Alex Cutler at the 2011 Spooky Movie International Film Festival - photo by C.W. Prather, all rights reserved
Alex Cutler at the 2011 Spooky Movie International Film Festival – photo by C.W. Prather, all rights reserved

“Pig” has drawn more than its share of critical acclaim, but its impact shows in the range of responses elicited from international audiences. Since its festival debut in Nashville last April, “Pig” has been screened from Sci-Fi London (where it won Best Feature Film)and B-Movie Celebration in Franklin, Indiana to Shriekfest in Los Angeles (Best Sci-Fi Feature). It most recently appeared at the Boston Sci-Fi Festival, which was last weekend.

“The film sometimes gets you thinking so far out of the box,” Cutler said. “Unfortunately for the readers, we can’t say whole lot. But people’s ideas range all over the place. The vast majority that see “Pig” find that in its world, it has its own internal logic.”

As far as the twists, my lips are sealed. “Pig” will be screening at the RadCon Sci-Fi Film Festival in Pasco, Washington this Saturday, February 18th. For East Coasters, “Pig” will be coming to the Charlotte Film Festival in North Carolina on Monday, March 26th.

My thanks to Howard Ford, Alex Cutler and Spooky Movie Festival founder Curtis Prather.

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Michael Parsons

Father. Realtor®. Movie nut. After pestering my parents for their commentary on “Star Wars” when I was four years old, my mind went into a creative frenzy. I’d imagined something entirely different than the actual film, which I didn’t end up seeing until its 1979 re-release at the Uptown Theater in Washington, DC. This was my formal introduction to the cinema.

During that long wait, which felt like an eternity to a child, my mind was being molded by more corrosive stuff like “Trilogy of Terror” and “Rosemary’s Baby”, most of which I’d conned various babysitters into letting me watch on television ( I convinced one poor lady that “Jaws” was actually “Moby Dick”).

The folks were pretty strict in that regard, so the less appropriate it was for a kid to watch, the more I was fascinated by it. Horror staples like “Halloween” and “Friday the 13th”, as well as lesser-known low-budget fare like “Madman”, “Sleepaway Camp” and “Pieces” all ended up sneaking their way into the VHS on a regular basis.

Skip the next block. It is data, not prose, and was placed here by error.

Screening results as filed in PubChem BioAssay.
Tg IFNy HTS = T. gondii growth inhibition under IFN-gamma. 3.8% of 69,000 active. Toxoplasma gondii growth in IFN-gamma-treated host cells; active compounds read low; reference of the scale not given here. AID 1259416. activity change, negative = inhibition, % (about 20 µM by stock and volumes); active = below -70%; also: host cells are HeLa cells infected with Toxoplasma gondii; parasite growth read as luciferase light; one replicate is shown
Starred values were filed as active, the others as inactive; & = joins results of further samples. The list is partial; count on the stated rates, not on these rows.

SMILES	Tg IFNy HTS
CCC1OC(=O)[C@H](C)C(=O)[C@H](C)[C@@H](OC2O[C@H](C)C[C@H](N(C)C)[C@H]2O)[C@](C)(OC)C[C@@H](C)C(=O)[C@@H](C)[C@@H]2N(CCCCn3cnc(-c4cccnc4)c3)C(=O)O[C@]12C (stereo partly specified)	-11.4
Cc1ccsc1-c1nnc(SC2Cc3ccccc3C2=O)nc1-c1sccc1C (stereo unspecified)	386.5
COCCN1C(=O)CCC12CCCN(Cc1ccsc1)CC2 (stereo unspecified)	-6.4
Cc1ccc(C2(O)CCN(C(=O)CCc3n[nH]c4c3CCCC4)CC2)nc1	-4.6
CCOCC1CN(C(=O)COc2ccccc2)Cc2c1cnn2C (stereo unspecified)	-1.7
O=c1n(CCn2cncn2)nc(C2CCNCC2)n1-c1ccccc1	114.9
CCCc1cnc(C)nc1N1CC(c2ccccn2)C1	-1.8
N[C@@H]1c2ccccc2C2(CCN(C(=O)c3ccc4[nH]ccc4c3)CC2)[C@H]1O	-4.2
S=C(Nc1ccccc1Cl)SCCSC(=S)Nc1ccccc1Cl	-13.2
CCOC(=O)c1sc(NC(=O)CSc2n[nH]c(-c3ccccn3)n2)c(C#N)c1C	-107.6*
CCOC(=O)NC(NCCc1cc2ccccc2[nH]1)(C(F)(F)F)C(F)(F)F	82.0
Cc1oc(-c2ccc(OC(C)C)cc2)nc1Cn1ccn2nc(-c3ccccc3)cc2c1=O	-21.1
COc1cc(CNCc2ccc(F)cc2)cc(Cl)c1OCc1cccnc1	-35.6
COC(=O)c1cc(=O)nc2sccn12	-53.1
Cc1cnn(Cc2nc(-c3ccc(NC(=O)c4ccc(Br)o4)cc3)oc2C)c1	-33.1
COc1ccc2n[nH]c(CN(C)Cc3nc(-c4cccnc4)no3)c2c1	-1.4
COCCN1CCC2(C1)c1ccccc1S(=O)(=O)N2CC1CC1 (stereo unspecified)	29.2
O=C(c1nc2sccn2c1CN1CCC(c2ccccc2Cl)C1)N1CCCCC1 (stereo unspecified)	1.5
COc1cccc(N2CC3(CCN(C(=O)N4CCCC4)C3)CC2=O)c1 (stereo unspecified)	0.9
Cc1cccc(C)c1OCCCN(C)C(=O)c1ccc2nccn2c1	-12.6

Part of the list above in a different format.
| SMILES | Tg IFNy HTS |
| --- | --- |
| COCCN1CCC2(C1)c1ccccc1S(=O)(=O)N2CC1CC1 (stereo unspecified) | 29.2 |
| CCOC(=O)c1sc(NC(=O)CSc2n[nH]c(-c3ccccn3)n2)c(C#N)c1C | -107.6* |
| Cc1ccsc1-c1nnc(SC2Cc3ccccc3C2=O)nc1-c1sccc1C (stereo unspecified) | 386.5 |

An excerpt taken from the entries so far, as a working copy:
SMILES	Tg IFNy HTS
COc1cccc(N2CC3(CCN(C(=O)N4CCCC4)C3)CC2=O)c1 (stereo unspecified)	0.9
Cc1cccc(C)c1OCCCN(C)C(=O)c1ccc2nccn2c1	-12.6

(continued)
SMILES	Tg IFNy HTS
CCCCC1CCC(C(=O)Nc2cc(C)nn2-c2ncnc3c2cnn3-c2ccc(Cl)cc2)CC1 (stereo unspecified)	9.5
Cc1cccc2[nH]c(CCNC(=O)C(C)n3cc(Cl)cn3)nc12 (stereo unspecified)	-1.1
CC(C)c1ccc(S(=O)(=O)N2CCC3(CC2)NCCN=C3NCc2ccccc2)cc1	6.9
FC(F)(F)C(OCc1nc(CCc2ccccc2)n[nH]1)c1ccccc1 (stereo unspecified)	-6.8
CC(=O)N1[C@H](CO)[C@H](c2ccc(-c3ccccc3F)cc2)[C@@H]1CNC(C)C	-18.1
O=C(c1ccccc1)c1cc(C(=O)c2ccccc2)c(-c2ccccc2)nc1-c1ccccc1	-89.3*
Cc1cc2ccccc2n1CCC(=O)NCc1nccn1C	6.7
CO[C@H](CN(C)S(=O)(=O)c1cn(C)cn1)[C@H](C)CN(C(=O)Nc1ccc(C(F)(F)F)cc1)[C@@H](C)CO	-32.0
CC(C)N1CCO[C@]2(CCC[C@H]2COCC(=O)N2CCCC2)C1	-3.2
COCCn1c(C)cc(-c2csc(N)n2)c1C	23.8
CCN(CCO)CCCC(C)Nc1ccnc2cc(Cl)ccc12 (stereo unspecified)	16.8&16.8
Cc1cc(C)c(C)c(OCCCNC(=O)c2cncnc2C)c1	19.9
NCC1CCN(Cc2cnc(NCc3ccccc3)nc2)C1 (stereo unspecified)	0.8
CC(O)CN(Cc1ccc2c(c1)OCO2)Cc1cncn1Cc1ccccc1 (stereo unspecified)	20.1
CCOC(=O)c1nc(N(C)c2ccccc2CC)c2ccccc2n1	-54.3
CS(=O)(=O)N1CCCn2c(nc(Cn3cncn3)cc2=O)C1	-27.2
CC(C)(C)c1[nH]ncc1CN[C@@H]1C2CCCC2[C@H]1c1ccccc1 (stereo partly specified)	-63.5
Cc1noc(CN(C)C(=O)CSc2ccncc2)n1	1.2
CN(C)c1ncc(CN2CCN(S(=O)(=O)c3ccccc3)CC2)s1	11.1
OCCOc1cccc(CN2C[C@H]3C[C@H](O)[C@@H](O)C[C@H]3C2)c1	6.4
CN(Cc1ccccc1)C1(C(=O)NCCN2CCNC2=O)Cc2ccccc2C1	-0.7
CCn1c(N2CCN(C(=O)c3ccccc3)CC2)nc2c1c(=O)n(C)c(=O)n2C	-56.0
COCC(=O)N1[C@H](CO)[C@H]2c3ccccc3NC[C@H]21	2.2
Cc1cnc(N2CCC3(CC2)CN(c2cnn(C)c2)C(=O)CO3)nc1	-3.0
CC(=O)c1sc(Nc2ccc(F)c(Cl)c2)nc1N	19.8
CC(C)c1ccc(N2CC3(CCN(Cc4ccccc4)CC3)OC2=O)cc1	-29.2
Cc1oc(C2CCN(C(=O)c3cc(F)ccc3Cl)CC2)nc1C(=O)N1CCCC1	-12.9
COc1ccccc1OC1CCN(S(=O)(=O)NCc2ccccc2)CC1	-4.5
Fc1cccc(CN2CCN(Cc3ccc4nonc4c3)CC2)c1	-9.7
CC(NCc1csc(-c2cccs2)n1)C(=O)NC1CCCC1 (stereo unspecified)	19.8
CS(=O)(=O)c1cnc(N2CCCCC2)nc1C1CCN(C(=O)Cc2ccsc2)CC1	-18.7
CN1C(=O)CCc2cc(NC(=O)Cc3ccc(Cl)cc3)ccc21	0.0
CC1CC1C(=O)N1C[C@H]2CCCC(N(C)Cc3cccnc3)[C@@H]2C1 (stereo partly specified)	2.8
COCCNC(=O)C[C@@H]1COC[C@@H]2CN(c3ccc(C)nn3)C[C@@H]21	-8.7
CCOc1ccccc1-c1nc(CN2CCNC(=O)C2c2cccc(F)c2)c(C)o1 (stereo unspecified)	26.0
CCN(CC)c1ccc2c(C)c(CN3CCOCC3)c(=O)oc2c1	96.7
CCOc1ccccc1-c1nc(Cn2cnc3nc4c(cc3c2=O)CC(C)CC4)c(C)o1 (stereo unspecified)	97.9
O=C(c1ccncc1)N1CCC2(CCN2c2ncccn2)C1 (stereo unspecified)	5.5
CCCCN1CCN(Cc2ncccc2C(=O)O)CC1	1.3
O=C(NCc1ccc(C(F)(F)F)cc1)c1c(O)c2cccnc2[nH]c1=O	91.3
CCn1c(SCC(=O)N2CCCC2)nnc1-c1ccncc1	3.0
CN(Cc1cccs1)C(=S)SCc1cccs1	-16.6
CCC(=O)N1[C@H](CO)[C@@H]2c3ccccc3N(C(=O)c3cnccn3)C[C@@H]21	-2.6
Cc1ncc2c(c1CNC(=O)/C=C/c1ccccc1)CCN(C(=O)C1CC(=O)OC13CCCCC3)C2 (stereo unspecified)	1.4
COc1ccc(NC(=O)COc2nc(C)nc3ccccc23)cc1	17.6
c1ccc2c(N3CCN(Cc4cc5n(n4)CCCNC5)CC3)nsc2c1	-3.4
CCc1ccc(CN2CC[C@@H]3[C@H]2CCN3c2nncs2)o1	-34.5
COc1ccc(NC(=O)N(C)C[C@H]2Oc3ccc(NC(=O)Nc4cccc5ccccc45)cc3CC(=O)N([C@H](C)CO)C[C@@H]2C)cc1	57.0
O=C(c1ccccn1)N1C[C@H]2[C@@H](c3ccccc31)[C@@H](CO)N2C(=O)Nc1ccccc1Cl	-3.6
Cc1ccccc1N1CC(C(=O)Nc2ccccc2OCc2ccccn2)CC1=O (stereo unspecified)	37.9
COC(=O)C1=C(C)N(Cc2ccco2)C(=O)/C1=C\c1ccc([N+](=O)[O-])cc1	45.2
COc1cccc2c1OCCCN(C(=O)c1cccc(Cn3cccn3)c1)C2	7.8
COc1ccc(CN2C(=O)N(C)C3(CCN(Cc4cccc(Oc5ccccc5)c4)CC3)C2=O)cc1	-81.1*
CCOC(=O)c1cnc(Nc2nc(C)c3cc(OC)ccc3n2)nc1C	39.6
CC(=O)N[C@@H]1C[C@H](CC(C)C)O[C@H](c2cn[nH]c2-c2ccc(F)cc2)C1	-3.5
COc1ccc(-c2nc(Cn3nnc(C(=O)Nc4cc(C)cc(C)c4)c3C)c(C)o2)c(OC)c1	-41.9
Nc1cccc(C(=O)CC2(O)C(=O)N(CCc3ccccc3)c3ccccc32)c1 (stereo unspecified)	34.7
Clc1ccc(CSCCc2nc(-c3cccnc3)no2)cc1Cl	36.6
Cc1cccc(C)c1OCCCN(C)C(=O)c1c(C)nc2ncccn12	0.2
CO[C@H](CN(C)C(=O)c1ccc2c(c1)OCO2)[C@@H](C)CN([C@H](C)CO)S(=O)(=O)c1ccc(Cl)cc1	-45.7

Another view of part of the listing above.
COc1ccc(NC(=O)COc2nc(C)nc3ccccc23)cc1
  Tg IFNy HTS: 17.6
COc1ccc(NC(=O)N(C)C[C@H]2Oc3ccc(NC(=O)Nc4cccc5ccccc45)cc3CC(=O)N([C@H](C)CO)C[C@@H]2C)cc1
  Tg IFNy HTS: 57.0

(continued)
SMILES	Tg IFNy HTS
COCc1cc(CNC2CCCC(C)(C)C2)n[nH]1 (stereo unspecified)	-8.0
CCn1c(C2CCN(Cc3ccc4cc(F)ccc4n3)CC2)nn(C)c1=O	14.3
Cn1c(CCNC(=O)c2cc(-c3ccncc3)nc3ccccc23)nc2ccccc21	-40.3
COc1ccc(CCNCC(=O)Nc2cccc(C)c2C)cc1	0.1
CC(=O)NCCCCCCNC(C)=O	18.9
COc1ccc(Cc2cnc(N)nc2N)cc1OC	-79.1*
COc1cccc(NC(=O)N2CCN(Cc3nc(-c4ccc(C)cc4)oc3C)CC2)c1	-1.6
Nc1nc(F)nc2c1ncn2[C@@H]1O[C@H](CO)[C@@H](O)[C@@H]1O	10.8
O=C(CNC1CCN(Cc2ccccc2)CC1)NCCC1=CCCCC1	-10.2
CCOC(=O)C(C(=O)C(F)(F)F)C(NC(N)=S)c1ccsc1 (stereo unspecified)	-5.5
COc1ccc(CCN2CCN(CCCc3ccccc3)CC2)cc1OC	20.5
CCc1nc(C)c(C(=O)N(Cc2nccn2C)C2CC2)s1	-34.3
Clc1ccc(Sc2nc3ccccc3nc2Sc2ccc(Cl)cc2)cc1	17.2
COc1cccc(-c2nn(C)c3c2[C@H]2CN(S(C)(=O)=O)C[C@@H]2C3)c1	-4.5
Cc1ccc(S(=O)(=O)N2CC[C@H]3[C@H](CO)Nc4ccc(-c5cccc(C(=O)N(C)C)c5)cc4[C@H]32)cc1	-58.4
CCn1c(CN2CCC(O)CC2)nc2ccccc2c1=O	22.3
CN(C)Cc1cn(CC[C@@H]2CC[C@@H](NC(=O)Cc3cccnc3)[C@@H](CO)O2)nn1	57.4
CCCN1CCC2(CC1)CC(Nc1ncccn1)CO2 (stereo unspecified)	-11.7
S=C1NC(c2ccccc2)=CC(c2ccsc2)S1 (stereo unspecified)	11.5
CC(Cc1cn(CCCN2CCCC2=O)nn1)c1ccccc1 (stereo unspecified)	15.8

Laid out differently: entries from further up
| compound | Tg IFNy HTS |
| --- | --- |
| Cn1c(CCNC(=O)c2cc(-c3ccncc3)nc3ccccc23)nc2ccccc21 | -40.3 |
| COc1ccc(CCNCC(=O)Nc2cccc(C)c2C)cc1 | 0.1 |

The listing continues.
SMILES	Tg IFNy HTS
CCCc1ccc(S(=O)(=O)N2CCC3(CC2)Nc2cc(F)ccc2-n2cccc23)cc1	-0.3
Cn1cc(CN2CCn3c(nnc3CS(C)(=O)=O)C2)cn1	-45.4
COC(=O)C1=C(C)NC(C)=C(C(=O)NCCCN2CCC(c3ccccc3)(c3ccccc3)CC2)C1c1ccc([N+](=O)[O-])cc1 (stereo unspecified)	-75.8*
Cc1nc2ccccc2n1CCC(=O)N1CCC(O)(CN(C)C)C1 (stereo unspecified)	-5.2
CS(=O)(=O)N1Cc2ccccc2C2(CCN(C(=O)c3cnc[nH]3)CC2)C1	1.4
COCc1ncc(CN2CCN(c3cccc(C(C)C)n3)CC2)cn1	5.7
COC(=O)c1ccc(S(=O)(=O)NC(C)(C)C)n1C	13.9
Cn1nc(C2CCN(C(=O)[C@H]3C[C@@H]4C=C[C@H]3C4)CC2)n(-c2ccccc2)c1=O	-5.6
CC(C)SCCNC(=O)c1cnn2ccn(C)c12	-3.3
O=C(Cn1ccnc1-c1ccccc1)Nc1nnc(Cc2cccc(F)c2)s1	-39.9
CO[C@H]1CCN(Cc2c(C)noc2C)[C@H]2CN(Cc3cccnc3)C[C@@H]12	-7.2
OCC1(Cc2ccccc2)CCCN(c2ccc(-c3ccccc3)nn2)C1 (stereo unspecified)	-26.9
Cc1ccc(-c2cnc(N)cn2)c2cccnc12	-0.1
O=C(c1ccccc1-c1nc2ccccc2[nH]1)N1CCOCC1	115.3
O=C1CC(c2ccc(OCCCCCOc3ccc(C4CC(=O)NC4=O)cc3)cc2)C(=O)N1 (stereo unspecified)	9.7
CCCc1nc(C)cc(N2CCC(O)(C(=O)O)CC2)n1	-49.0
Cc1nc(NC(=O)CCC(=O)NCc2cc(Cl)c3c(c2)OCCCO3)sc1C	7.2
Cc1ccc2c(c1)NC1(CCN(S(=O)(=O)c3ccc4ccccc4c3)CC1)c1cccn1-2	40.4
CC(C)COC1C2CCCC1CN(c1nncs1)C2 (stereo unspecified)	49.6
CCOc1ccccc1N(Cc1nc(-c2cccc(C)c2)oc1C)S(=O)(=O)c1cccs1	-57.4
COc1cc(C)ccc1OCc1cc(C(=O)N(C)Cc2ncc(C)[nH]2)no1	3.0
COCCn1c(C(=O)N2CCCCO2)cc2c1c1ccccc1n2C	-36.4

Since then, I’ve developed an obsession with the entire film industry. Even though I watch and review a wide breadth of films these days, my appreciation for the campy, poorly lit micro-budgeters still lends itself to my evolving perspective on movies just as much as the summer blockbusters and Oscar contenders. As I recall my trips to the movie theater, I realize that this stuff is about much more than just a fleeting piece of entertainment.

A couple years ago, I was finally given the opportunity to lend my opinion on films to a publication, The Rogers Revue, with a subsequent run at Reel Film News. It's been both a privilege and a gateway to what we’re doing now. Most of my experience has come from interviewing independent filmmakers, who consistently promote innovation. The filmmaking process is grueling and relatively unforgiving.

Fellow film enthusiast Eddie Pasa and I have created DC Filmdom as a medium for film reviews, discussion, and (inevitably) some debate. And so, the creative frenzy continues.

(Michael is a member of the Washington, DC Area Film Critics Association).